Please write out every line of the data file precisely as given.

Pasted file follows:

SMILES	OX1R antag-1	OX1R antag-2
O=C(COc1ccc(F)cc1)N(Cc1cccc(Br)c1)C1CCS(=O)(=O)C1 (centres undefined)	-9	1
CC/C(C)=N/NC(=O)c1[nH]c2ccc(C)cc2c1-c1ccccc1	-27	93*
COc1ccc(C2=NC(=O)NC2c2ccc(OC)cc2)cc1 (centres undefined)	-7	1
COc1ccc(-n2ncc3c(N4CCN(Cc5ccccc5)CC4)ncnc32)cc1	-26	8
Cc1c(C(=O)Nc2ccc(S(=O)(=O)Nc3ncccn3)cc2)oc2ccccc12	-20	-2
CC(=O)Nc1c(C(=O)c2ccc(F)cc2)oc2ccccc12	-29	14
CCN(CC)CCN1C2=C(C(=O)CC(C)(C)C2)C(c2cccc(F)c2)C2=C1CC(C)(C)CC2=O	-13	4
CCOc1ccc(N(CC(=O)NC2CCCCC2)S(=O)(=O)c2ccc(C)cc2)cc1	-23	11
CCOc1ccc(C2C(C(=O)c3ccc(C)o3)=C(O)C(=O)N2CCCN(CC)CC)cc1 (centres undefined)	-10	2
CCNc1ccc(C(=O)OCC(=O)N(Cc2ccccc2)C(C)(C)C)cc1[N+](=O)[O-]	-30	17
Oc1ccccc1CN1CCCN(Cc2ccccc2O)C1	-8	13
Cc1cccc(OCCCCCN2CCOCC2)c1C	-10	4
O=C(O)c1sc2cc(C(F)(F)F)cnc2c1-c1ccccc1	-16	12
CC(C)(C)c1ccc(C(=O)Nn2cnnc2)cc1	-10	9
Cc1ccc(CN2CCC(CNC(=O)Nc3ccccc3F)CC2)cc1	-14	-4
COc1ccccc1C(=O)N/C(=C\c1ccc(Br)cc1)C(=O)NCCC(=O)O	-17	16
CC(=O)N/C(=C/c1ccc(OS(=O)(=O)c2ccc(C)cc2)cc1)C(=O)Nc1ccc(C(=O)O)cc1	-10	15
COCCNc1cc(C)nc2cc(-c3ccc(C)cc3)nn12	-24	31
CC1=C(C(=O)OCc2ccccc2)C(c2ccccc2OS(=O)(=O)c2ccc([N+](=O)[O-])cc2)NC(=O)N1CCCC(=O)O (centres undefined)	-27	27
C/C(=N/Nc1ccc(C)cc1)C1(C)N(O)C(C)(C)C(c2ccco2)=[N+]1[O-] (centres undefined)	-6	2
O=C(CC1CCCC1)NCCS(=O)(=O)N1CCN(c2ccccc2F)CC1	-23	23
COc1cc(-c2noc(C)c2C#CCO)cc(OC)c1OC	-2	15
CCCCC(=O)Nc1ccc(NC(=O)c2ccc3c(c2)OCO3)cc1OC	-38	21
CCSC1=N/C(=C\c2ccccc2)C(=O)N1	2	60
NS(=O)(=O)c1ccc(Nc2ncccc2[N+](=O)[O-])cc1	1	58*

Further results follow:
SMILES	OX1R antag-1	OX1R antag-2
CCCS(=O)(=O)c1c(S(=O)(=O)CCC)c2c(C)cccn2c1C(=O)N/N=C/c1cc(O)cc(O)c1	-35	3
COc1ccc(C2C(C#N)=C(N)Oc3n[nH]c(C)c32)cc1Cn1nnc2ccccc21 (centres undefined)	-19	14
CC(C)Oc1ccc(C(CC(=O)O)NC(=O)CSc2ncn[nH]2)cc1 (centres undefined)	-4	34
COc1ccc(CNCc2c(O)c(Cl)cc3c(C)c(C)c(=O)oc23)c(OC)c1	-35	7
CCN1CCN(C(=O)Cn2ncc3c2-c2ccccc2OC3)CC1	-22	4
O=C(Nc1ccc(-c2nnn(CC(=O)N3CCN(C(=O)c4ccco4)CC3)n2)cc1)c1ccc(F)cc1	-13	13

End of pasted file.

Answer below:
SMILES	OX1R antag-1	OX1R antag-2
O=C(COc1ccc(F)cc1)N(Cc1cccc(Br)c1)C1CCS(=O)(=O)C1 (centres undefined)	-9	1
CC/C(C)=N/NC(=O)c1[nH]c2ccc(C)cc2c1-c1ccccc1	-27	93*
COc1ccc(C2=NC(=O)NC2c2ccc(OC)cc2)cc1 (centres undefined)	-7	1
COc1ccc(-n2ncc3c(N4CCN(Cc5ccccc5)CC4)ncnc32)cc1	-26	8
Cc1c(C(=O)Nc2ccc(S(=O)(=O)Nc3ncccn3)cc2)oc2ccccc12	-20	-2
CC(=O)Nc1c(C(=O)c2ccc(F)cc2)oc2ccccc12	-29	14
CCN(CC)CCN1C2=C(C(=O)CC(C)(C)C2)C(c2cccc(F)c2)C2=C1CC(C)(C)CC2=O	-13	4
CCOc1ccc(N(CC(=O)NC2CCCCC2)S(=O)(=O)c2ccc(C)cc2)cc1	-23	11
CCOc1ccc(C2C(C(=O)c3ccc(C)o3)=C(O)C(=O)N2CCCN(CC)CC)cc1 (centres undefined)	-10	2
CCNc1ccc(C(=O)OCC(=O)N(Cc2ccccc2)C(C)(C)C)cc1[N+](=O)[O-]	-30	17
Oc1ccccc1CN1CCCN(Cc2ccccc2O)C1	-8	13
Cc1cccc(OCCCCCN2CCOCC2)c1C	-10	4
O=C(O)c1sc2cc(C(F)(F)F)cnc2c1-c1ccccc1	-16	12
CC(C)(C)c1ccc(C(=O)Nn2cnnc2)cc1	-10	9
Cc1ccc(CN2CCC(CNC(=O)Nc3ccccc3F)CC2)cc1	-14	-4
COc1ccccc1C(=O)N/C(=C\c1ccc(Br)cc1)C(=O)NCCC(=O)O	-17	16
CC(=O)N/C(=C/c1ccc(OS(=O)(=O)c2ccc(C)cc2)cc1)C(=O)Nc1ccc(C(=O)O)cc1	-10	15
COCCNc1cc(C)nc2cc(-c3ccc(C)cc3)nn12	-24	31
CC1=C(C(=O)OCc2ccccc2)C(c2ccccc2OS(=O)(=O)c2ccc([N+](=O)[O-])cc2)NC(=O)N1CCCC(=O)O (centres undefined)	-27	27
C/C(=N/Nc1ccc(C)cc1)C1(C)N(O)C(C)(C)C(c2ccco2)=[N+]1[O-] (centres undefined)	-6	2
O=C(CC1CCCC1)NCCS(=O)(=O)N1CCN(c2ccccc2F)CC1	-23	23
COc1cc(-c2noc(C)c2C#CCO)cc(OC)c1OC	-2	15
CCCCC(=O)Nc1ccc(NC(=O)c2ccc3c(c2)OCO3)cc1OC	-38	21
CCSC1=N/C(=C\c2ccccc2)C(=O)N1	2	60
NS(=O)(=O)c1ccc(Nc2ncccc2[N+](=O)[O-])cc1	1	58*

Further results follow:
SMILES	OX1R antag-1	OX1R antag-2
CCCS(=O)(=O)c1c(S(=O)(=O)CCC)c2c(C)cccn2c1C(=O)N/N=C/c1cc(O)cc(O)c1	-35	3
COc1ccc(C2C(C#N)=C(N)Oc3n[nH]c(C)c32)cc1Cn1nnc2ccccc21 (centres undefined)	-19	14
CC(C)Oc1ccc(C(CC(=O)O)NC(=O)CSc2ncn[nH]2)cc1 (centres undefined)	-4	34
COc1ccc(CNCc2c(O)c(Cl)cc3c(C)c(C)c(=O)oc23)c(OC)c1	-35	7
CCN1CCN(C(=O)Cn2ncc3c2-c2ccccc2OC3)CC1	-22	4
O=C(Nc1ccc(-c2nnn(CC(=O)N3CCN(C(=O)c4ccco4)CC3)n2)cc1)c1ccc(F)cc1	-13	13